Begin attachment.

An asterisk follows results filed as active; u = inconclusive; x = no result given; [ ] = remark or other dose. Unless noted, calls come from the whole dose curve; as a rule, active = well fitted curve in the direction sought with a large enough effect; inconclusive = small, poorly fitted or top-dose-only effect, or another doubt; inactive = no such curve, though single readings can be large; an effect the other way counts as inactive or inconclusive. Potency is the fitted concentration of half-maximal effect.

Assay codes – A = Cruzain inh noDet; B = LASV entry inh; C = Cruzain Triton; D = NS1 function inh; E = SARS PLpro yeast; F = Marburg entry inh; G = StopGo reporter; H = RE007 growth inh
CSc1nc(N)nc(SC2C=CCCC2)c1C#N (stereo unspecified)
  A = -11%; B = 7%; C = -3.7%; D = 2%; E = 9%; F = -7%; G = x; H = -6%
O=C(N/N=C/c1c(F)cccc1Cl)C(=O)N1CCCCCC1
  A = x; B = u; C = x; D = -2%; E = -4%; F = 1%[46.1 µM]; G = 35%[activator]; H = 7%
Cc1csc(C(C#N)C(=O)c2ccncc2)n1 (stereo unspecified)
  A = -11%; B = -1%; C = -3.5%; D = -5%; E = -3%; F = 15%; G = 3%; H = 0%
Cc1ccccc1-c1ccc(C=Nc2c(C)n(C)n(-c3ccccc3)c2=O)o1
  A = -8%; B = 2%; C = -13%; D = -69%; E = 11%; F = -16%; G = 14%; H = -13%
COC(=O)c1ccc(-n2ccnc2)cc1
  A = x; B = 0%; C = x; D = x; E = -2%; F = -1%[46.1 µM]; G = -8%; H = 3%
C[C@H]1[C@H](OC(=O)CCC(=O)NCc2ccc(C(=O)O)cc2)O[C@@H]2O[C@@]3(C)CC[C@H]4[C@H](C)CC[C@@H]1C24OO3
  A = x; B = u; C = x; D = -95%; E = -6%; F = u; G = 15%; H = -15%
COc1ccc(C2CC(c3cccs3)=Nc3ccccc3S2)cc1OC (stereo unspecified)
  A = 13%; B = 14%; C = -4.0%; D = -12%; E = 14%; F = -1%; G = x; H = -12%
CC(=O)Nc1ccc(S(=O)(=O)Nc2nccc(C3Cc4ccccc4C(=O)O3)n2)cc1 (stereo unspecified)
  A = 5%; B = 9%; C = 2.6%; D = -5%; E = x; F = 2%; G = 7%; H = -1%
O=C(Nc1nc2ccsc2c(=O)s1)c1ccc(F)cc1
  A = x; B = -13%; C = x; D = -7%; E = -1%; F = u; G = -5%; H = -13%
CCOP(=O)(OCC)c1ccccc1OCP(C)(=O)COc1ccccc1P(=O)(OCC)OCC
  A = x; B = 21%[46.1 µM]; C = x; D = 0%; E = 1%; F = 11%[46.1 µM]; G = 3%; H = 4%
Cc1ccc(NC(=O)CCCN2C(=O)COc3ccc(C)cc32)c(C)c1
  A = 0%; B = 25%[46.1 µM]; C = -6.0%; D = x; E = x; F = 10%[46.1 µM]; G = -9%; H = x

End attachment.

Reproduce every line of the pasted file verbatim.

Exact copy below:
An asterisk follows results filed as active; u = inconclusive; x = no result given; [ ] = remark or other dose. Unless noted, calls come from the whole dose curve; as a rule, active = well fitted curve in the direction sought with a large enough effect; inconclusive = small, poorly fitted or top-dose-only effect, or another doubt; inactive = no such curve, though single readings can be large; an effect the other way counts as inactive or inconclusive. Potency is the fitted concentration of half-maximal effect.

Assay codes – A = Cruzain inh noDet; B = LASV entry inh; C = Cruzain Triton; D = NS1 function inh; E = SARS PLpro yeast; F = Marburg entry inh; G = StopGo reporter; H = RE007 growth inh
CSc1nc(N)nc(SC2C=CCCC2)c1C#N (stereo unspecified)
  A = -11%; B = 7%; C = -3.7%; D = 2%; E = 9%; F = -7%; G = x; H = -6%
O=C(N/N=C/c1c(F)cccc1Cl)C(=O)N1CCCCCC1
  A = x; B = u; C = x; D = -2%; E = -4%; F = 1%[46.1 µM]; G = 35%[activator]; H = 7%
Cc1csc(C(C#N)C(=O)c2ccncc2)n1 (stereo unspecified)
  A = -11%; B = -1%; C = -3.5%; D = -5%; E = -3%; F = 15%; G = 3%; H = 0%
Cc1ccccc1-c1ccc(C=Nc2c(C)n(C)n(-c3ccccc3)c2=O)o1
  A = -8%; B = 2%; C = -13%; D = -69%; E = 11%; F = -16%; G = 14%; H = -13%
COC(=O)c1ccc(-n2ccnc2)cc1
  A = x; B = 0%; C = x; D = x; E = -2%; F = -1%[46.1 µM]; G = -8%; H = 3%
C[C@H]1[C@H](OC(=O)CCC(=O)NCc2ccc(C(=O)O)cc2)O[C@@H]2O[C@@]3(C)CC[C@H]4[C@H](C)CC[C@@H]1C24OO3
  A = x; B = u; C = x; D = -95%; E = -6%; F = u; G = 15%; H = -15%
COc1ccc(C2CC(c3cccs3)=Nc3ccccc3S2)cc1OC (stereo unspecified)
  A = 13%; B = 14%; C = -4.0%; D = -12%; E = 14%; F = -1%; G = x; H = -12%
CC(=O)Nc1ccc(S(=O)(=O)Nc2nccc(C3Cc4ccccc4C(=O)O3)n2)cc1 (stereo unspecified)
  A = 5%; B = 9%; C = 2.6%; D = -5%; E = x; F = 2%; G = 7%; H = -1%
O=C(Nc1nc2ccsc2c(=O)s1)c1ccc(F)cc1
  A = x; B = -13%; C = x; D = -7%; E = -1%; F = u; G = -5%; H = -13%
CCOP(=O)(OCC)c1ccccc1OCP(C)(=O)COc1ccccc1P(=O)(OCC)OCC
  A = x; B = 21%[46.1 µM]; C = x; D = 0%; E = 1%; F = 11%[46.1 µM]; G = 3%; H = 4%
Cc1ccc(NC(=O)CCCN2C(=O)COc3ccc(C)cc32)c(C)c1
  A = 0%; B = 25%[46.1 µM]; C = -6.0%; D = x; E = x; F = 10%[46.1 µM]; G = -9%; H = x